Both residents felt that problems would be further exacerbated by the twenty additional cars that would come along with the residents of the new building. Because the Michigan Department of Transportation (MDOT) controls Grand River Avenue, changing the traffic pattern here would be a complicated matter.

Brian Walsworth and Deelane Camling, both residents of the Glencairn neighborhood directly to the north of the area in question, talked about accessibility issues caused by additional cars coming into the neighborhood when the Greek houses nearby host their weekly chapter meetings. Camling said that on one recent night, she counted 29 non-resident cars parked on Ardson Road during a sorority house meeting.

“There is no way a modern-day firetruck could get through,” Camling told the Commission.

Sororities and fraternities are required to plan for parking on their sites and to make contingencies for additional vehicles arriving during chapter meetings. Miller, the house director at SAE, said that the fraternity is required to lease two parking spaces from the city as an overflow measure, but said that none of the SAE residents use them because the city parking garages are too far away from the house.

Planning Commissioner Summer Minnick, who lives in the area, remarked that when Special Use permits are granted to the Greek organizations, there seem to be alternative solutions like busing, carpooling, or offsite parking in place, but that in reality those plans do not appear to be followed. “I don’t know how to rectify that, but it appears that there’s a disconnect,” she told her colleagues on the Commission.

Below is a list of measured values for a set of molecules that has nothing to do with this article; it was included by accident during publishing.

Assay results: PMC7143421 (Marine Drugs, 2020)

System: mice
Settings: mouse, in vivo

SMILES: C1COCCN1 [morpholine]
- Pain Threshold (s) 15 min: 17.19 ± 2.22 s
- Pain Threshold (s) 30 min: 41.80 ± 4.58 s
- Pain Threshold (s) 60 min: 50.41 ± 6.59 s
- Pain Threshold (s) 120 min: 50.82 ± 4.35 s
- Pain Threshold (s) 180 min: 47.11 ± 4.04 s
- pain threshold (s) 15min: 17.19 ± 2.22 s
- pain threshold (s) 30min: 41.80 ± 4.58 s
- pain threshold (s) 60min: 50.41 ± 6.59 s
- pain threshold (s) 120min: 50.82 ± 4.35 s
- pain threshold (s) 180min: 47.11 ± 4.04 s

Alana Schwartz, the current SDT president, returned to the podium to clarify that SDT’s enrollment statistics indicate their house would hold less than half those of the larger Greek houses already in the neighborhood. She proposed that a parking study could be done on the four houses that they are currently renting on M.A.C. Avenue as a reassurance that they would not be adding to the neighborhood parking problem.

The proposal still needs to go to East Lansing’s Transportation Commission before Planning Commission votes whether to recommend the project to City Council. Planning Commission’s vote is advisory to Council, so regardless of Planning Commission’s vote, it would go to City Council (unless the applicant withdraws). In the event Council approved the plan, it would then go to the Historic District Commission for a vote on whether to allow demolition of the existing four structures for replacement with the proposed structure.

Based on remarks at Planning Commission, including by Commissioners, the two greatest hurdles to the proposal appear to be demonstrating that the proposed development will not adversely affect the use and enjoyment of adjacent properties by generating excessive noise, vibration, light, glare, odors or any other form of pollution or nuisances,” and, in the case of the Historic District Commission’s decision, that “the resource [that is, the four houses to be demolished] is a deterrent to a major improvement program that will be of substantial benefit to the community [that is, the sorority house].”


Background from ELi:

Public Hearing Coming on Sorority House Proposed to Replace Historic District Houses

Sorority Proposed to Replace Four Historic District Houses